On July 12 the Goochland Board of Zoning Appeals decided, by a unanimous vote, that it has jurisdiction over an appeal of approval of a county plan of development for property on River Road owned by the Benedictine Society of Virginia.
The session was held to rule on a motion made by the county to reconsider the BZA’s June affirmative interpretation of its tie vote on the jurisdiction question.
After BZA Chair Chris Williams, District 2, called the July 12 session to order attorneys for both sides requested the opportunity to point out problems with opposing briefs submitted on the jurisdiction question.
The county and Benedictine asserted that a majority vote of the BZA is necessary to establish jurisdiction, while the appellants, River Road neighbors of the property in question, contended that the tie vote rule applies only to the matter in question, not procedural matters.
Legal terms and case law citations filled the air as the four BZA members listened intently to arguments presented by both sides. Darvin Satterwhite, representing Benedictine, stated that the need for a majority vote of BZA members on the jurisdiction question is “black letter law.”
Benedictine alumnus Pat McSweeney representing the appellants stated that the BZA’s June interpretation of the situation follows state law that has been in force for 36 years.
Yasmine Hamad District 4 expressed frustration at the task before the BZA. She asked if perhaps the General Assembly or a judge was better suited to decide the jurisdiction issues than the BZA. She seemed dismayed that the BZA, comprised of citizens who are not lawyers, must base its interpretations and decisions on arguments before it. She also expressed concern about the amount of public money being spent to adjudicate a complaint against county actions made by a select few individuals.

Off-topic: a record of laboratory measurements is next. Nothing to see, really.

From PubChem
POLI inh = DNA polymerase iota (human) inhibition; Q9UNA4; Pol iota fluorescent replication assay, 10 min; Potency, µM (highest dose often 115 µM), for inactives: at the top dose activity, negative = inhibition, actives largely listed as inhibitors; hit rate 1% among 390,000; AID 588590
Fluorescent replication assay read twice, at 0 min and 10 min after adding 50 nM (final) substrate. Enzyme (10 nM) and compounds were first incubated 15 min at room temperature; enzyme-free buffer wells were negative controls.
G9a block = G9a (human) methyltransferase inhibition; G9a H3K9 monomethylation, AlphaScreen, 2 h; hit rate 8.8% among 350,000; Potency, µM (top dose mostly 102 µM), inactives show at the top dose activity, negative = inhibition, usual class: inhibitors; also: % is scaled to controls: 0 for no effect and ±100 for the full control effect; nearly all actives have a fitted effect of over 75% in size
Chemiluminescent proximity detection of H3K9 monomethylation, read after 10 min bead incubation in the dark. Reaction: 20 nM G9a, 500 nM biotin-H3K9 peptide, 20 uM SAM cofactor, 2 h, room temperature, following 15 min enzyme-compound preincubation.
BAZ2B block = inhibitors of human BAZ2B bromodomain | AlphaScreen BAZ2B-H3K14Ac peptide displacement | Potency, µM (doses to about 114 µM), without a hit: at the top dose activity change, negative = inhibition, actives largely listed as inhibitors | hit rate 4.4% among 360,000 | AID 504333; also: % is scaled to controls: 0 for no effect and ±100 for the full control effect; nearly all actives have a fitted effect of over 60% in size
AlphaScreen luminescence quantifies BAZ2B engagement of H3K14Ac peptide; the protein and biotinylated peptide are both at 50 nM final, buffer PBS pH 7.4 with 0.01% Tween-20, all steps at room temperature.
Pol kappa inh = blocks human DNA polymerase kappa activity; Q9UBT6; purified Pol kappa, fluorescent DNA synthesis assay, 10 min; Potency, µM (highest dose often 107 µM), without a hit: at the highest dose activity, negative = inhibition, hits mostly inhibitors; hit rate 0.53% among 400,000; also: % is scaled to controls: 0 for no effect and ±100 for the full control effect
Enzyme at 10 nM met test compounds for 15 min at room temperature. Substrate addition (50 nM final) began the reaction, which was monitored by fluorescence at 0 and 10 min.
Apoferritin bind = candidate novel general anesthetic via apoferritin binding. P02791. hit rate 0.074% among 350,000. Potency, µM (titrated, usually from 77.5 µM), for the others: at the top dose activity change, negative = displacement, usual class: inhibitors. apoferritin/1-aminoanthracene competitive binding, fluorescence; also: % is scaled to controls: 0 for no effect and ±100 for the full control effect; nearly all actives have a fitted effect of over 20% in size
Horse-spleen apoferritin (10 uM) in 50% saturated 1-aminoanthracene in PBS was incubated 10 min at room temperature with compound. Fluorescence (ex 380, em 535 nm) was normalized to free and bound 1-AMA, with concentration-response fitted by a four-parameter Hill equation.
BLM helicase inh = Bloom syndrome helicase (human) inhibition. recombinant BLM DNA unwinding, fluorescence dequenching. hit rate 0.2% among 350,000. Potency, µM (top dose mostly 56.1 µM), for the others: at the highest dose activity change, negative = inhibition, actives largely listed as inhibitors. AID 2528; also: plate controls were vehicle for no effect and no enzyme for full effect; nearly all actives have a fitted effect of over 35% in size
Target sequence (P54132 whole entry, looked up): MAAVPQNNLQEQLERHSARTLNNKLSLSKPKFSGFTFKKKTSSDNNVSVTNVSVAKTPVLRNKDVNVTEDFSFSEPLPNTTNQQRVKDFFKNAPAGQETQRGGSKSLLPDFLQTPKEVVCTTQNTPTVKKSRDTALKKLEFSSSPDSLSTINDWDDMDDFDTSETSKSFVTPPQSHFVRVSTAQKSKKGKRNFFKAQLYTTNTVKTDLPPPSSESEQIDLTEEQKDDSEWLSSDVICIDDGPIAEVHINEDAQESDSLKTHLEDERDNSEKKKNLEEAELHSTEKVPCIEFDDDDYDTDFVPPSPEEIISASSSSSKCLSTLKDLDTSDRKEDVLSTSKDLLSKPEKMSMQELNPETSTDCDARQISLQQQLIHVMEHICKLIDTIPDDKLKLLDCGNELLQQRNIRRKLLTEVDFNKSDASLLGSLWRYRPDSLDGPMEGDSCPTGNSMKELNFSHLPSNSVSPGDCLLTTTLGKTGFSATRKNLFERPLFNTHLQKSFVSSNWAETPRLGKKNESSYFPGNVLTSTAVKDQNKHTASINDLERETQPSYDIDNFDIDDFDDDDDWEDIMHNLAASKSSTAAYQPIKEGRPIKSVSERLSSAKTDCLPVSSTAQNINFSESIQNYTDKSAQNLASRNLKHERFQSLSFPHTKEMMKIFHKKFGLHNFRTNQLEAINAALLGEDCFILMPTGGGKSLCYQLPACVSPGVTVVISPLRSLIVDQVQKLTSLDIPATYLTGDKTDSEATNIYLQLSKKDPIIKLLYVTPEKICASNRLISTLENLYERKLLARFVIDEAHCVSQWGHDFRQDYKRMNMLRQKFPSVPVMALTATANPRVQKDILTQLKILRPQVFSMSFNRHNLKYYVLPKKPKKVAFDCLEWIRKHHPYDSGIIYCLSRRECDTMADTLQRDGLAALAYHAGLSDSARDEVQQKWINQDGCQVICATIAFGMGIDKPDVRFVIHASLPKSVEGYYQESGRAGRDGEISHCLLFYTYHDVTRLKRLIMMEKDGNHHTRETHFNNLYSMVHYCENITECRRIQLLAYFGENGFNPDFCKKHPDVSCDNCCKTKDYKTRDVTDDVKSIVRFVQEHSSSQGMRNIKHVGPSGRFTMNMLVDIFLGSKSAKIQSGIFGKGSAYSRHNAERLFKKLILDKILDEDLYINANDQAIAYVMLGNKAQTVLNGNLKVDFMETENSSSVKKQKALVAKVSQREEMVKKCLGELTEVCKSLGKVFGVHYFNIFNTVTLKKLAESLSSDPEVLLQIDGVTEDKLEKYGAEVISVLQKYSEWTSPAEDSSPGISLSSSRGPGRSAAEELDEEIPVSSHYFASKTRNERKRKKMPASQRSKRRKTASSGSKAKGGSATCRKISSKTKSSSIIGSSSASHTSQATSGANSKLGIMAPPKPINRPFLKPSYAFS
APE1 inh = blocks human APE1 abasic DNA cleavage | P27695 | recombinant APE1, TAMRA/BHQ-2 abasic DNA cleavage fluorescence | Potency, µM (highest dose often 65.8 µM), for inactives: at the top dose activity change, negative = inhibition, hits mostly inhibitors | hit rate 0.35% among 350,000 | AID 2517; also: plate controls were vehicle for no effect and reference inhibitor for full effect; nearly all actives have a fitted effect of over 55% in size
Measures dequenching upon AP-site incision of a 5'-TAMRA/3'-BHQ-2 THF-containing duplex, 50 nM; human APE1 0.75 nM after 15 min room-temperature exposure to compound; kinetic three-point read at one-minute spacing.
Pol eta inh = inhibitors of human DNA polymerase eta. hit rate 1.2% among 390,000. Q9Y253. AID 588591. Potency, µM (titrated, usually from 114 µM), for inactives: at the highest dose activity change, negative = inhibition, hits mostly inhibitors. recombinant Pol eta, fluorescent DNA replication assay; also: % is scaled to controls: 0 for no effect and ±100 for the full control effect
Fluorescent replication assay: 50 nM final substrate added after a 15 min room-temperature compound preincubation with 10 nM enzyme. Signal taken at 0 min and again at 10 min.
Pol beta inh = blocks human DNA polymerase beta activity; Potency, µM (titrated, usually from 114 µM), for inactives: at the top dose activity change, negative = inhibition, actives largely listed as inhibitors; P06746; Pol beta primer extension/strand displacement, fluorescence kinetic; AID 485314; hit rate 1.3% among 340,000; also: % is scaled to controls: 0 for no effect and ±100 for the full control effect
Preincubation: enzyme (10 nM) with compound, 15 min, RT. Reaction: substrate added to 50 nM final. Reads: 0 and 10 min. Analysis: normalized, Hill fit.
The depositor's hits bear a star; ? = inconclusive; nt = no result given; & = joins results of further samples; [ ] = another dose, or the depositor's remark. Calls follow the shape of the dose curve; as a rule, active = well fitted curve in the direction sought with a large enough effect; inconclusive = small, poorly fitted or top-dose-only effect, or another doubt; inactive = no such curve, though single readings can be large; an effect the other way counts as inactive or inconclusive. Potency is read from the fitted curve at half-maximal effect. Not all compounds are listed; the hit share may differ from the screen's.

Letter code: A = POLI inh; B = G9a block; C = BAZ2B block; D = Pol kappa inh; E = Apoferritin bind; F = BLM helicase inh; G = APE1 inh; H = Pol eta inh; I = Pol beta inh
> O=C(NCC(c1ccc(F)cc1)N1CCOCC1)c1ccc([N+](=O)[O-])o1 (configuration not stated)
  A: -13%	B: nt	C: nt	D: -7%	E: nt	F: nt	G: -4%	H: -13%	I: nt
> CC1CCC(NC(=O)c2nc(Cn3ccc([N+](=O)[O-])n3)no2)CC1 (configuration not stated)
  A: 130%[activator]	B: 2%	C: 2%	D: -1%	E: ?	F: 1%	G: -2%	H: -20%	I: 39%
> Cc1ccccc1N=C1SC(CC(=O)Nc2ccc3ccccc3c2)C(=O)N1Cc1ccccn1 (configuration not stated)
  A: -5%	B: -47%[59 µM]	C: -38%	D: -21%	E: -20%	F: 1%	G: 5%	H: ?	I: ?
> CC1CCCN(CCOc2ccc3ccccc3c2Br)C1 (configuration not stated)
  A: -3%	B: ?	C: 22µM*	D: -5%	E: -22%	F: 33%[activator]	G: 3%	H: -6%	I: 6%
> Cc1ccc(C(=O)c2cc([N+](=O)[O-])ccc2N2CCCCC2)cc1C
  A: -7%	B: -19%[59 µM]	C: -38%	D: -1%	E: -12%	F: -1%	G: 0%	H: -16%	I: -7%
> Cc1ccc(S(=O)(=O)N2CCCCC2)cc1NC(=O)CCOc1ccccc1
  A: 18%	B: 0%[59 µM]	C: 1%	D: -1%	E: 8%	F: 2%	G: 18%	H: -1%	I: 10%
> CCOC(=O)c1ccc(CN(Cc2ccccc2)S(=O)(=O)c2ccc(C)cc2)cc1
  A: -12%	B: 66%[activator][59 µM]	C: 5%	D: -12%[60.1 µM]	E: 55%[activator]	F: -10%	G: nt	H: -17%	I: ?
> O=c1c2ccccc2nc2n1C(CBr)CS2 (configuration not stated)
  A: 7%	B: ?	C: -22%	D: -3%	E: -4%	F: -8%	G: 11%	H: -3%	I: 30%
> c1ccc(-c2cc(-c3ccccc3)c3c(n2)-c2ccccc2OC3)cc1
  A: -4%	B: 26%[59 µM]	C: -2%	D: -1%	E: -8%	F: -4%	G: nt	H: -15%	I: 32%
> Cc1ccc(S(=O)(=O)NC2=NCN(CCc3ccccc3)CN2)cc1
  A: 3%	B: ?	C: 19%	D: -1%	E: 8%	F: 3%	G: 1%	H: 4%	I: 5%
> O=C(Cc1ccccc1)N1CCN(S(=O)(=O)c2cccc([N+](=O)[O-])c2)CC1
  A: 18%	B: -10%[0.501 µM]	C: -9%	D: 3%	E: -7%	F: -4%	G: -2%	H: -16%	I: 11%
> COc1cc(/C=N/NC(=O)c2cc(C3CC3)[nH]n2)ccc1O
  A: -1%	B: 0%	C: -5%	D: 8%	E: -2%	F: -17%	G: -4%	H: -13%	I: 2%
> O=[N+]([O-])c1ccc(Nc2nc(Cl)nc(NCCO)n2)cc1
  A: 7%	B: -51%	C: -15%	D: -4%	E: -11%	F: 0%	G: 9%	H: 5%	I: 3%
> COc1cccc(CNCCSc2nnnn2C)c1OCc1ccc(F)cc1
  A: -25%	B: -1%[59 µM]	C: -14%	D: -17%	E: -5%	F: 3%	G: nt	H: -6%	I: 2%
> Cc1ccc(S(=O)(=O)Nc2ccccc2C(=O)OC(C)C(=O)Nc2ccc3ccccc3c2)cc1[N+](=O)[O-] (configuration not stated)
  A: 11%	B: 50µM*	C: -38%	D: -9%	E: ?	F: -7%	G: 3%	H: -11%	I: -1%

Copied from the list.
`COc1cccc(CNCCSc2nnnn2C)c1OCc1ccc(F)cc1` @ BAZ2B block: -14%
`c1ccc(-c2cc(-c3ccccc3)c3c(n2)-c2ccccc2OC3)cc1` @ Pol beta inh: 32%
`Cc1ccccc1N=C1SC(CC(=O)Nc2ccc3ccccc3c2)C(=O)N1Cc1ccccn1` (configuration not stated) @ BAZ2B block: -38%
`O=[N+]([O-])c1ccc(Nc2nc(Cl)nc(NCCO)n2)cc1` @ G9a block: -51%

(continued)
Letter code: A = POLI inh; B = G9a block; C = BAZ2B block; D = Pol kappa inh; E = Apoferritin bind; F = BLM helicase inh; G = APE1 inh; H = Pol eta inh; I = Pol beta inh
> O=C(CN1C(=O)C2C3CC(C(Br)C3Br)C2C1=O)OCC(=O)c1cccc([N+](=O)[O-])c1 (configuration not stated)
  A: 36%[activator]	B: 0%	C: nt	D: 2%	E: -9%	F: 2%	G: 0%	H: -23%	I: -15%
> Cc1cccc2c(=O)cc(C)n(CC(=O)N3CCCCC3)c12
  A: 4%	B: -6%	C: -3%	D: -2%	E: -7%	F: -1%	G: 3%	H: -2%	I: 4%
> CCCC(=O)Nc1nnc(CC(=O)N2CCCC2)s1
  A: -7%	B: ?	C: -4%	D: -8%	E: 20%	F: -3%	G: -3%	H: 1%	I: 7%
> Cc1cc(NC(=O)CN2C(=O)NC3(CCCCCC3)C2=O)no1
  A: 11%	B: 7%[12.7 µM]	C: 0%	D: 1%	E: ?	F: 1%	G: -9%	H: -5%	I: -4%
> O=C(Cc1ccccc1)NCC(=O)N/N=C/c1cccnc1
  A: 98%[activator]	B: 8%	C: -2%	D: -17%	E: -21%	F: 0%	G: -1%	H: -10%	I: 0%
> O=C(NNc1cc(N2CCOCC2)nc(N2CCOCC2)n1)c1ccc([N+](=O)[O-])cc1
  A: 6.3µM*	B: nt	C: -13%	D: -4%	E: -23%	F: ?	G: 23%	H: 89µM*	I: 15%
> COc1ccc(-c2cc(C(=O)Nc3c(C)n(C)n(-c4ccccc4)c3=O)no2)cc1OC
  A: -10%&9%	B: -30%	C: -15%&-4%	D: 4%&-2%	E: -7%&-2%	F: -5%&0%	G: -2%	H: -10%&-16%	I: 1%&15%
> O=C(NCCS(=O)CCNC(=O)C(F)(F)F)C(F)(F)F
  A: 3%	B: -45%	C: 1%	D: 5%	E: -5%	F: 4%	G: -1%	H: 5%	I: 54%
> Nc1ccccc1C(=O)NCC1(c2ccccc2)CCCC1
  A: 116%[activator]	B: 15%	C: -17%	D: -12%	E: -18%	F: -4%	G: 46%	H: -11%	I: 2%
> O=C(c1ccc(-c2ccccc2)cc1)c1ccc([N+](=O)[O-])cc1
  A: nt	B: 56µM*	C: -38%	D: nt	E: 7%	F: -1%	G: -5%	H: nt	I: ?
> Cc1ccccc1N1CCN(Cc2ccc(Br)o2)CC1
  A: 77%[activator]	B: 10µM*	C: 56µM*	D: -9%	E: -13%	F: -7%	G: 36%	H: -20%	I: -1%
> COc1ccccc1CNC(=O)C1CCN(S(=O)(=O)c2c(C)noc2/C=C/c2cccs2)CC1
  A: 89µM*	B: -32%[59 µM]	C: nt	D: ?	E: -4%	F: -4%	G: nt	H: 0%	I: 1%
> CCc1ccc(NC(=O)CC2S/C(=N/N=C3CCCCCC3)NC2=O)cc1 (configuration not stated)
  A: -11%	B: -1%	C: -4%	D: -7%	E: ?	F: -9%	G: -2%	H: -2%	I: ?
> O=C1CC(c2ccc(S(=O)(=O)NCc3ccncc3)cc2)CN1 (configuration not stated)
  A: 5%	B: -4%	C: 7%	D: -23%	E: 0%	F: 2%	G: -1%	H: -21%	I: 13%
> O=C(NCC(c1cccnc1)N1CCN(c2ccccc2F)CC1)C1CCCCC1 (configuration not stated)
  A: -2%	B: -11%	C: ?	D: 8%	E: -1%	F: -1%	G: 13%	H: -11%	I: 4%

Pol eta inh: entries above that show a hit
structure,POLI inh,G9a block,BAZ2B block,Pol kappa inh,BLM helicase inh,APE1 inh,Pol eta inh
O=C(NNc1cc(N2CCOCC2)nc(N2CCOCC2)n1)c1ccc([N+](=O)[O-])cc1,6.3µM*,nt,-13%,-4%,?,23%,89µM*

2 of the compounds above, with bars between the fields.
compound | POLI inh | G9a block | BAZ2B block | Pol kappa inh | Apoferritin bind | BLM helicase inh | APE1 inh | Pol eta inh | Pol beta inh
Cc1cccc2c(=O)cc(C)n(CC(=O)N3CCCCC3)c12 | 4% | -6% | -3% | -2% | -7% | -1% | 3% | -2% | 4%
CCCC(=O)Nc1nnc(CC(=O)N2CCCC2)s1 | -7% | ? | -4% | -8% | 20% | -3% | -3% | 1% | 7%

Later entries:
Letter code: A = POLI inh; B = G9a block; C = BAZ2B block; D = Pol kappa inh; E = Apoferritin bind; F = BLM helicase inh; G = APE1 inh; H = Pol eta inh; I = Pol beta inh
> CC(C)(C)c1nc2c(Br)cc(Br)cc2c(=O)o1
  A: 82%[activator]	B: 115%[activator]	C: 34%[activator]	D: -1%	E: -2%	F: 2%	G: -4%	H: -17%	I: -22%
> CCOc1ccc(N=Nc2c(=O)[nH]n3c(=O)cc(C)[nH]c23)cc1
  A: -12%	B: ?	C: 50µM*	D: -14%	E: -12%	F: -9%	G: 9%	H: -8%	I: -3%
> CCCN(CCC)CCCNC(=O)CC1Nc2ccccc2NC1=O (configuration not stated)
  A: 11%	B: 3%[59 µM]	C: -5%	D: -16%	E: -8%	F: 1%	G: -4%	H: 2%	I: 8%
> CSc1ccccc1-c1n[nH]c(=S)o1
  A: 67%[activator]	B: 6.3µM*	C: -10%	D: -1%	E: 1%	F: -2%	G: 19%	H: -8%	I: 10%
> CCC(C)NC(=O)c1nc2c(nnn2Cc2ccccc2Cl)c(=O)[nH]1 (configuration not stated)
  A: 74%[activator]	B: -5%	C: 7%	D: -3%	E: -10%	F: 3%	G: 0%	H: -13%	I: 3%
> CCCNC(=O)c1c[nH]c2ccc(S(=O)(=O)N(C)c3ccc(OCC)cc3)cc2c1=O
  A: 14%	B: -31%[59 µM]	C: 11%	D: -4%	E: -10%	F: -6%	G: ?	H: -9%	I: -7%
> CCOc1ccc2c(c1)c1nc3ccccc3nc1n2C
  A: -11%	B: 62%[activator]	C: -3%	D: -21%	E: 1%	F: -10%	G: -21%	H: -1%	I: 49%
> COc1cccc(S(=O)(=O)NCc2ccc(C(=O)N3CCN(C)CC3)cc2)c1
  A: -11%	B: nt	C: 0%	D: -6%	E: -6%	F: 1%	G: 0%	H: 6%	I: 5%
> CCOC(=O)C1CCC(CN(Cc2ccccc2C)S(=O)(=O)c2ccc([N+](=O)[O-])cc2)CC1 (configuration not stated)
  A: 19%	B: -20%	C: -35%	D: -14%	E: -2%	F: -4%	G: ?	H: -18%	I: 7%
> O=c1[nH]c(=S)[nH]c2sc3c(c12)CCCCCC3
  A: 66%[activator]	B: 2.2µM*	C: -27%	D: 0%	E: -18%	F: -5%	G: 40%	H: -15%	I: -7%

Dr. Richard Carchman District 1 observed that as the kerfuffle over the county’s approval of the Benedictine plan of development involves three parties, perhaps the Circuit Court should determine jurisdiction.
In January, 2012, Goochland Circuit Court Judge Timothy K. Sanner dismissed a case against the Benedictine move to the River Road property on the grounds that it was premature because no one had been damaged by the action.
Part of the problem seems to be that state laws addressing the situation are contradictory.
The Commonwealth’s legislators on both sides of the aisle need to spend more time crafting coherent laws governing real world issues than frittering away their valuable time on social manipulation.
The BZA met closed session with its attorney Maynard Sipe for more than an hour. During this time, it seemed like the loudest sound in the board room was the accumulation of billable hours for several lawyers and a court reporter.
The appeal of disputes the safety of road improvements made at the entrance to the subject property and contends that downstream effects of topographical changes on storm water runoff were not properly addressed. The appeal also argues that the procedure used to approve the plan of development was incorrect.
Unless the county and/or Benedictine successfully appeals the jurisdiction decision to the Circuit Court, the next round in the dispute is scheduled for 10 a.m. on Monday, August 26 at which time all witnesses will testify in full blown proceedings.
More than $4 million, not counting legal fees, has been spent on renovations and improvements to the River Road property to facilitate the move of the high school from Richmond to Goochland.